BEST OF BOTH WORLDS

Me­chan­i­cal and quartz move­ments are typ­i­cally re­garded as po­lar op­po­sites. A num­ber of hy­brid ma­chines show that the two can be odd – and ef­fec­tive – bed­fel­lows.

The Peak Selections: Timepieces - - Off The Cuff - TEXT AARON DE SILVA

If there is one thing horo­log­i­cal purists dis­dain more than smart­watches, it’s the quartz watch, that bat­tery-op­er­ated and eas­ily mass-pro­duced time-teller that al­most de­stroyed the Swiss me­chan­i­cal in­dus­try in the 1970s. So you can imagine our sur­prise when Pi­aget shows us its SIHH 2016 high­light ahead of time – and the new watch is reg­u­lated by, of all things, a quartz mech­a­nism.

Housed in Pi­aget’s dis­tinc­tive cush­ion­shaped case, the Em­per­ador Coussin XL 700P, by and large, fea­tures all the hall­marks of haute hor­logerie: All bev­elled bridges and satin-brushed wheels, the in­verted move­ment bears a mi­cro-ro­tor (at nine o’clock on the dial) that pow­ers a main­spring, which in turn drives a reg­u­lar me­chan­i­cal go­ing-train. But in­stead of a bal­ance assem­bly and es­cape­ment at the end, there is a tiny gen­er­a­tor wheel (vis­i­ble at one o’clock) reg­u­lated by a quartz mech­a­nism. Elec­tri­cal cur­rents gen­er­ated by mag­nets mounted on a disc in the last gear of the train are used to charge the quartz mech­a­nism, which com­prises a quartz crys­tal and an in­te­grated cir­cuit.

The charge causes the crys­tal to vi­brate at a fre­quency of 32,768Hz – the stan­dard fre­quency of quartz move­ments. To close the feed­back loop, the mech­a­nism reg­u­lates the amount of elec­tri­cal charge be­ing fed back to the mag­nets, which in turn reg­u­lates the speed at which the gen­er­a­tor wheel ro­tates, and hence the speed at which the hours and minutes hands ad­vance. In short, the sys­tem per­forms every­thing a bal­ance assem­bly and es­cape­ment does – only more ef­fi­ciently and with greater pre­ci­sion, since no lu­bri­cants are needed in the regulating sys­tem (as in the case of non-sil­i­con-based me­chan­i­cal move­ments), nor is there a risk of bat­ter­ies go­ing flat (as in the case of quartz watches). Ac­cord­ing to Eric Klein, Pi­aget’s di­rec­tor of Move­ment Strat­egy, the 700P has a pre­ci­sion of - 1/+1 sec­ond a day. This eas­ily sur­passes the COSC stan­dard for chronome­ters: a de­vi­a­tion of -4/+6 sec­onds a day.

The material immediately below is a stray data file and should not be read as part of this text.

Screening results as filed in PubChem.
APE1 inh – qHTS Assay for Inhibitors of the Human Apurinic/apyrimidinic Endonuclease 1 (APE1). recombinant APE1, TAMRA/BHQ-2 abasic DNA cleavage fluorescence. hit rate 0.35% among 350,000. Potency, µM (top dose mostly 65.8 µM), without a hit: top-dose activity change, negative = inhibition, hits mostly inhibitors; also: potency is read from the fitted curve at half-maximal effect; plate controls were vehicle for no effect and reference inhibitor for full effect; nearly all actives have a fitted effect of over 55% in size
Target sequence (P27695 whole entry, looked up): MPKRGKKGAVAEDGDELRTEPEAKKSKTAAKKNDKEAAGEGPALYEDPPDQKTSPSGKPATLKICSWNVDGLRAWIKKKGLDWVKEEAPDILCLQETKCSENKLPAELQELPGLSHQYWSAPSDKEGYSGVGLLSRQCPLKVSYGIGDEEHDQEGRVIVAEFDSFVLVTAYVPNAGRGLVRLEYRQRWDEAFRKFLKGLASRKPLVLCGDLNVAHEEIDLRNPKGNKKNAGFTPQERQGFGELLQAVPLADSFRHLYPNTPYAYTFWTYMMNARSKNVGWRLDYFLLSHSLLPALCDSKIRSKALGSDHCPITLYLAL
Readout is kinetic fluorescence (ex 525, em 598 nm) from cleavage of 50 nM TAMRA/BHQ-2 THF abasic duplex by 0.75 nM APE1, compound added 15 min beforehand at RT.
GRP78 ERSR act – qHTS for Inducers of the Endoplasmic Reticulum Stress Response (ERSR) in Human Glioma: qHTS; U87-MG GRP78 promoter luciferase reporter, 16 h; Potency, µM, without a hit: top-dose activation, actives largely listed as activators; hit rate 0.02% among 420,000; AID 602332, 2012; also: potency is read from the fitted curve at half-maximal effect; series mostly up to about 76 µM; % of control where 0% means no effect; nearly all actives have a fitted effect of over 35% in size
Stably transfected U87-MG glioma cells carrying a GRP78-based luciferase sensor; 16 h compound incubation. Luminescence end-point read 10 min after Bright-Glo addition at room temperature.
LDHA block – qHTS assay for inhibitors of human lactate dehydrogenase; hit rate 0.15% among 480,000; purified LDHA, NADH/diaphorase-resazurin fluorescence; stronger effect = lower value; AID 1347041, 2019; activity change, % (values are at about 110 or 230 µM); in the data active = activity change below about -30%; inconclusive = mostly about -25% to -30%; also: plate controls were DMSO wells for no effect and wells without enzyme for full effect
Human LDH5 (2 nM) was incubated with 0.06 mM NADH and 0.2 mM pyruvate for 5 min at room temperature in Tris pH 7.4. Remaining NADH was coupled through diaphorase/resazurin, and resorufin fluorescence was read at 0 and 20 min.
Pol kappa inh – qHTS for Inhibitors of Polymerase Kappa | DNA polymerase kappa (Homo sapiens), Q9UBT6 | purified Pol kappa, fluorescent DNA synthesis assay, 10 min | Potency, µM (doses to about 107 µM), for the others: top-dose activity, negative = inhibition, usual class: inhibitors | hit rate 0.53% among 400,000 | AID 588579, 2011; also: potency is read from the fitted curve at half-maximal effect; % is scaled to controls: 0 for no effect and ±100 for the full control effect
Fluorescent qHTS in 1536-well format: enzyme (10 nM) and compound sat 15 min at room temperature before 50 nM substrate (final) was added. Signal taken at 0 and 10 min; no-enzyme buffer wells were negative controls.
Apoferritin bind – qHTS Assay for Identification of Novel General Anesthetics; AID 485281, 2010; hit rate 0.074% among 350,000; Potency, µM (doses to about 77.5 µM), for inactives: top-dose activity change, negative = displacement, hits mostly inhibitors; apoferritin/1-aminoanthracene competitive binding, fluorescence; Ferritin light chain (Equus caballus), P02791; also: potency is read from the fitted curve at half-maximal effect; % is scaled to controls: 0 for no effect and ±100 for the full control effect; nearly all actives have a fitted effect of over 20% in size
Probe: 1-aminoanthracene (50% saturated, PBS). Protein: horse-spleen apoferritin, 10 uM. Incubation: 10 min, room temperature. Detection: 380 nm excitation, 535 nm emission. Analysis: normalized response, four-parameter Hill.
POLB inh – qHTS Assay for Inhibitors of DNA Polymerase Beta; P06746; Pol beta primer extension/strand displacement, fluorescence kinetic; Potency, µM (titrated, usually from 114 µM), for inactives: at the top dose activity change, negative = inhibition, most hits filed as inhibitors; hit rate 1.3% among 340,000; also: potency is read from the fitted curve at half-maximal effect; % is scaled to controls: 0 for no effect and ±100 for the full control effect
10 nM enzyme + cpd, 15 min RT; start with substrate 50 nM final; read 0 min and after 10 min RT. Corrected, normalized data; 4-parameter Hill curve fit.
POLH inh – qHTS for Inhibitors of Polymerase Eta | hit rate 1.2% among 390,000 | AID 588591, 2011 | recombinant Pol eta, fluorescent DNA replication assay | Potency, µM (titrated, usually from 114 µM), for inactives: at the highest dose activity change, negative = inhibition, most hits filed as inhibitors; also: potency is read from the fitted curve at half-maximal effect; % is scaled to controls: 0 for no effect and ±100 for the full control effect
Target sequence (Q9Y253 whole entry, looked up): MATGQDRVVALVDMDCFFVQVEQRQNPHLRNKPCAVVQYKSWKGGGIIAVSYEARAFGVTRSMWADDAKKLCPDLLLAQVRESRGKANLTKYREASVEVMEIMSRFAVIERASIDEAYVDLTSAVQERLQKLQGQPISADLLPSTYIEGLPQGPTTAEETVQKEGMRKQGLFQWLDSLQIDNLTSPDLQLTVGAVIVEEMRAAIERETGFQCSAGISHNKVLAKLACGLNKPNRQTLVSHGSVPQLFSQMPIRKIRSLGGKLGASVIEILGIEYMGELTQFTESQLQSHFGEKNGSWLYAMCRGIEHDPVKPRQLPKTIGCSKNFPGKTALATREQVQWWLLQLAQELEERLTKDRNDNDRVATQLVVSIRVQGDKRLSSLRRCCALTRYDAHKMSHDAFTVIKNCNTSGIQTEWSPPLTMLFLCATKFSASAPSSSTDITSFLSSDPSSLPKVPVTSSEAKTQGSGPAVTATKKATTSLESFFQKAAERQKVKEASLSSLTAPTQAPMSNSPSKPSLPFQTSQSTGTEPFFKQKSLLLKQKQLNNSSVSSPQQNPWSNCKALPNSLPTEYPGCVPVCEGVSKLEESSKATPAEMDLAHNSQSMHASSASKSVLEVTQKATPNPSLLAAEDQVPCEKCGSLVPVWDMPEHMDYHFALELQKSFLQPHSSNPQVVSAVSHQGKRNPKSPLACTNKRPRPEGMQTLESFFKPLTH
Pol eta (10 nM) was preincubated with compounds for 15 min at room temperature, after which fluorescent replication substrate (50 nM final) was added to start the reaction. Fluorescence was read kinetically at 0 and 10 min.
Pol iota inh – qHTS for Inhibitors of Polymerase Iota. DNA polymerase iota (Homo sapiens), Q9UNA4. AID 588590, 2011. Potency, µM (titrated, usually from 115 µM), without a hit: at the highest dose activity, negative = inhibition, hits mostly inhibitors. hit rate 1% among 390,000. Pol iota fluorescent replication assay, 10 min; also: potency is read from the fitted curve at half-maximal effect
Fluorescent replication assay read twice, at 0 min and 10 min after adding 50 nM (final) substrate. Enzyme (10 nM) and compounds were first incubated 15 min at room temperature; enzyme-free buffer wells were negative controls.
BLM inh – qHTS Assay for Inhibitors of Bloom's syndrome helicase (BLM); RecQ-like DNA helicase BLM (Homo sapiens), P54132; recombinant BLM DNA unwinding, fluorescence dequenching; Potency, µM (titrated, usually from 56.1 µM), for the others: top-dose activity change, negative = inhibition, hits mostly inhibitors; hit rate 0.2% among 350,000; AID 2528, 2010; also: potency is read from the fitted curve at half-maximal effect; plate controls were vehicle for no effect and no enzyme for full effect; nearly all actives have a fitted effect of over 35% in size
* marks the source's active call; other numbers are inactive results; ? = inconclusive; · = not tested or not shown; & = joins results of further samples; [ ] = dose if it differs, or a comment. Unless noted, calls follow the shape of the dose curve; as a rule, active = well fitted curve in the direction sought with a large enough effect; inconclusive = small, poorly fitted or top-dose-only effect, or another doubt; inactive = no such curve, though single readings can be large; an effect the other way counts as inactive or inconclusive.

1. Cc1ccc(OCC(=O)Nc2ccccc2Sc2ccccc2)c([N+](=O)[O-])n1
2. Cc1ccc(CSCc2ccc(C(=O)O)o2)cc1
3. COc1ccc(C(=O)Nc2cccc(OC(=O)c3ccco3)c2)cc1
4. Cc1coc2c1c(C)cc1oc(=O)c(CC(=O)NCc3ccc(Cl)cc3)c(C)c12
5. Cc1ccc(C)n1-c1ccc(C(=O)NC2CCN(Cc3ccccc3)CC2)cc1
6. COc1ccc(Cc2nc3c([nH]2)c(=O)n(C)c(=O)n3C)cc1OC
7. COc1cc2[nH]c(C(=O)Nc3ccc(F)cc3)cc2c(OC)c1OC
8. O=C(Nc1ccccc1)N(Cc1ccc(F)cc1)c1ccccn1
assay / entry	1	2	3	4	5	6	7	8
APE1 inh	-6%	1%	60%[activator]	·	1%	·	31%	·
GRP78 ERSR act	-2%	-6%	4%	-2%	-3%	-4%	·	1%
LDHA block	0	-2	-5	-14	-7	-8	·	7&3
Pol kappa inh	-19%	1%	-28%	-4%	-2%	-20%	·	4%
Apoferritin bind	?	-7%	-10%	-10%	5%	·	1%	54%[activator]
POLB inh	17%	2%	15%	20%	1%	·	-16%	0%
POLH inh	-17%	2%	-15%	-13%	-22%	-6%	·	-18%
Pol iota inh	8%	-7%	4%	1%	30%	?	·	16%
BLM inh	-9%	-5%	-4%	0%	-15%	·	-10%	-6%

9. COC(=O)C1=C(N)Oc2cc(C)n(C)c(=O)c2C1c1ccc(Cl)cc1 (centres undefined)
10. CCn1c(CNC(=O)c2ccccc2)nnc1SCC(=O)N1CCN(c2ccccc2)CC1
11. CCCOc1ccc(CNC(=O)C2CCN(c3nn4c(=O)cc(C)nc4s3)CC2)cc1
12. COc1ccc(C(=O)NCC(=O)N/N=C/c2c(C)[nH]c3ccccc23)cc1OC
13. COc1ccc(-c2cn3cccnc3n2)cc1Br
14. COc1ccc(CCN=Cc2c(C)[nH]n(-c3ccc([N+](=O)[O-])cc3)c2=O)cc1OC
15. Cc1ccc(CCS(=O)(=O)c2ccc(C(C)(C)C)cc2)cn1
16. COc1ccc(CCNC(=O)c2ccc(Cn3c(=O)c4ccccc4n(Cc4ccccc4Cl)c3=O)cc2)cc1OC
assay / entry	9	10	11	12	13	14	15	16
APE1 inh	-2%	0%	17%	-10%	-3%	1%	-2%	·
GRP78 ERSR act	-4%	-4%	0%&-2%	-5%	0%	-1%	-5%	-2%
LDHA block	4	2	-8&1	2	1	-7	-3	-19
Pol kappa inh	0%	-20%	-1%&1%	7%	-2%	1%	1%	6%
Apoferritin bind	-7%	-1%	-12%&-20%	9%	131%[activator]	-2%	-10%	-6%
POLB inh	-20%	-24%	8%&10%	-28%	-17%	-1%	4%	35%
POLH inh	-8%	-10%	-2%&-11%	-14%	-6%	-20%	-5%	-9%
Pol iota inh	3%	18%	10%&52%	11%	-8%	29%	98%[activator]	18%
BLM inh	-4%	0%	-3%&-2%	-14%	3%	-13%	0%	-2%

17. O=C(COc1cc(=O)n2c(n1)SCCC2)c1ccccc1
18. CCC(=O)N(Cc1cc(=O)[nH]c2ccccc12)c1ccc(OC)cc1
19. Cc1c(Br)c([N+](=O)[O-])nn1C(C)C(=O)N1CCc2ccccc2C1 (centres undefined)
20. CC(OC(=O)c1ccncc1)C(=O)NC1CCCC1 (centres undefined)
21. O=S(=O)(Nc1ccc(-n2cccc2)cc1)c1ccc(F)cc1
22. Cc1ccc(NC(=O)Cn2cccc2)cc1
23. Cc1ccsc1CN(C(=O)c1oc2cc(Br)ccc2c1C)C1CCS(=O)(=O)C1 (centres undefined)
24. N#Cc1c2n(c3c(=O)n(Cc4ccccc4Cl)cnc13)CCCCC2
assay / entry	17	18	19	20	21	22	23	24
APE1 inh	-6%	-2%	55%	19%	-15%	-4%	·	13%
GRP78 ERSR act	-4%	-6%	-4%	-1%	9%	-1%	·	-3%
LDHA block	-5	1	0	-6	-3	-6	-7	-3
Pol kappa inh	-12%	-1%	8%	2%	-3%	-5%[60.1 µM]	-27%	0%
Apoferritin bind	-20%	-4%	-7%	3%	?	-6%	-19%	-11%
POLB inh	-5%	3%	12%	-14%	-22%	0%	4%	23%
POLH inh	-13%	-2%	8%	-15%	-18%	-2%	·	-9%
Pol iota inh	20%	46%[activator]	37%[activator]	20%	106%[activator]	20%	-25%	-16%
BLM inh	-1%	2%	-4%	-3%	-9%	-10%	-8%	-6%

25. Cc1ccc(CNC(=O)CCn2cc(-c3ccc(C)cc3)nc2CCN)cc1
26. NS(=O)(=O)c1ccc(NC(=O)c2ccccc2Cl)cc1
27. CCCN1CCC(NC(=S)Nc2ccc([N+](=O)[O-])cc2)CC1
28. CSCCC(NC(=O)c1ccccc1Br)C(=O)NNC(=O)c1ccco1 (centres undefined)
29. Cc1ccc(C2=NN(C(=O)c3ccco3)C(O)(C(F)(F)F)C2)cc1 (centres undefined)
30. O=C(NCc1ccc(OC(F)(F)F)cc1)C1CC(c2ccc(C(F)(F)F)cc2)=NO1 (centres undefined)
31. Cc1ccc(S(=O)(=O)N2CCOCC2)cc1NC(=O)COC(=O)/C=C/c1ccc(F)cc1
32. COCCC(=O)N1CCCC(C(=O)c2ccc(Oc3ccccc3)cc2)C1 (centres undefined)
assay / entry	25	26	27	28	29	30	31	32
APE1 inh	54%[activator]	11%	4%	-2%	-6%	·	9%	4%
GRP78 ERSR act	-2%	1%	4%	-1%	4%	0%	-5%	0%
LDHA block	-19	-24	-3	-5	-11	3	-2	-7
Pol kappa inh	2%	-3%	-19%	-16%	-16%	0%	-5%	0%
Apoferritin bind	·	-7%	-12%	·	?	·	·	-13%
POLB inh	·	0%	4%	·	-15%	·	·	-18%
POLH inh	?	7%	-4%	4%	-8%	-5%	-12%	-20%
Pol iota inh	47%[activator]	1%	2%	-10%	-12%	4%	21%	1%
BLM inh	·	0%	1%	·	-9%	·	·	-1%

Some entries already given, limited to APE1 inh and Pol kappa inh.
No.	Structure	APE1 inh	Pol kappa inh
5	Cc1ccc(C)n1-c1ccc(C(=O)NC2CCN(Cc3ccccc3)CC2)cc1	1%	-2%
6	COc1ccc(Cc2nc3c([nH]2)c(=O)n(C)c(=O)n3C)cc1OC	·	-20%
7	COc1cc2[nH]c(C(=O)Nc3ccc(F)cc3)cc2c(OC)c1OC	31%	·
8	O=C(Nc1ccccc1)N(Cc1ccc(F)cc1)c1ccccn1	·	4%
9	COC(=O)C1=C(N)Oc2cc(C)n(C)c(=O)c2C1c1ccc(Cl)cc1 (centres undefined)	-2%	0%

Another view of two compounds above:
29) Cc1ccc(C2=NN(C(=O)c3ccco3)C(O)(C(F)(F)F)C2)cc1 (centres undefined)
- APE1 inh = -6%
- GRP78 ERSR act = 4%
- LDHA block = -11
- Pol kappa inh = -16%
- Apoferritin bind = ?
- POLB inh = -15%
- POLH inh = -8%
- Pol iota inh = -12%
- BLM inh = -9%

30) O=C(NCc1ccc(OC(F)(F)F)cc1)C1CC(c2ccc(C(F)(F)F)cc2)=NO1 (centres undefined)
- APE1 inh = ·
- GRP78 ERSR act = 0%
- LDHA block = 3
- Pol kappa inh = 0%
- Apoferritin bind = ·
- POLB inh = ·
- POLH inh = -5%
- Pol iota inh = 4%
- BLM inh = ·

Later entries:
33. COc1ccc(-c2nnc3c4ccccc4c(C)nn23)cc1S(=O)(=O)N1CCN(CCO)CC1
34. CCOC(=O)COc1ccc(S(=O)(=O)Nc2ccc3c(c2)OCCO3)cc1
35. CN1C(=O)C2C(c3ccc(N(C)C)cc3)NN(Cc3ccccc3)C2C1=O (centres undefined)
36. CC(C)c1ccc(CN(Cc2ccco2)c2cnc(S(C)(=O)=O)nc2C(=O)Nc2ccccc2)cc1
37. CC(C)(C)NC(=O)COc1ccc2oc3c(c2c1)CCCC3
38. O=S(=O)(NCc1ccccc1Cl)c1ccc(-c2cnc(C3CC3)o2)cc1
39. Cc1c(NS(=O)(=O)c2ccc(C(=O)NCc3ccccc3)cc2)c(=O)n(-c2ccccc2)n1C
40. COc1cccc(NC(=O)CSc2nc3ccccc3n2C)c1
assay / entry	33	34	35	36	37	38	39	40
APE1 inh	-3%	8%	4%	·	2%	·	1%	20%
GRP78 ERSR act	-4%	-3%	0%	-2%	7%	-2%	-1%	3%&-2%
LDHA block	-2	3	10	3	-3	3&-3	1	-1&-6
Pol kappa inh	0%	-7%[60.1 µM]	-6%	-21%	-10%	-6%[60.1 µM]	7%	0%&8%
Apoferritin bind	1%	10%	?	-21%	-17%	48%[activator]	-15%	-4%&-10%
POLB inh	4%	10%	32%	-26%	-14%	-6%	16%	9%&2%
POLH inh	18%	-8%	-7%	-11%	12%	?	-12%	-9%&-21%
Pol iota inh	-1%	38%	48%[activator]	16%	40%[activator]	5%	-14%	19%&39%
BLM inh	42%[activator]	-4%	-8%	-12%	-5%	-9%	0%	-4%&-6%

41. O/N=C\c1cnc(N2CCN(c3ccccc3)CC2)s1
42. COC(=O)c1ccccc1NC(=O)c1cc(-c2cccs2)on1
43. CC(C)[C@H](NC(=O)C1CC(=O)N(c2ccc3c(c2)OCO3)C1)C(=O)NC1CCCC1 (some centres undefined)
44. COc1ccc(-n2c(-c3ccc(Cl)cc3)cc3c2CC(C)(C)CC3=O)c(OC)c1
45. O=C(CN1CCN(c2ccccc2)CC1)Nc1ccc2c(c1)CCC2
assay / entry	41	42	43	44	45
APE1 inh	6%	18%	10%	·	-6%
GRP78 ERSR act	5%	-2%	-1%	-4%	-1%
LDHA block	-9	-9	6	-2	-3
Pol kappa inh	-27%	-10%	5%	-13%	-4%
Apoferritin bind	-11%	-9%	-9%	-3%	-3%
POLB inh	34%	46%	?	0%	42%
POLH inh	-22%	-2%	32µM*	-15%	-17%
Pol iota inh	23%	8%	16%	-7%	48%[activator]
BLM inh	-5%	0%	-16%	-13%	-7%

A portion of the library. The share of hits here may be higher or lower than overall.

It seems fi tting that Pi­aget would come up with such a high-per­for­mance hy­brid cal­i­bre, given its strengths in both the me­chan­i­cal and quartz realms. The com­pany was one of 20 in­volved in the cre­ation of Beta-21, one of the fi rst Swiss quartz move­ments to be in­tro­duced in 1969. A few years later, it cre­ated the Cal­i­bre 7P, its first in-house quartz move­ment and the thinnest (3.1mm) in the world then.

“The main ob­jec­tive of this project was to im­prove the ac­cu­racy of the me­chan­i­cal watch,” says Franck Touzeau, Pi­aget’s watch mar­ket­ing and cre­ation di­rec­tor, adding: “This is the best of two worlds, and is a com­bi­na­tion of all our know-how.”

Could the 700P fi nally lay to rest the highly con­tentious me­chan­i­cal ver­sus quartz de­bate? Ad­vo­cates in the me­chan­i­cal

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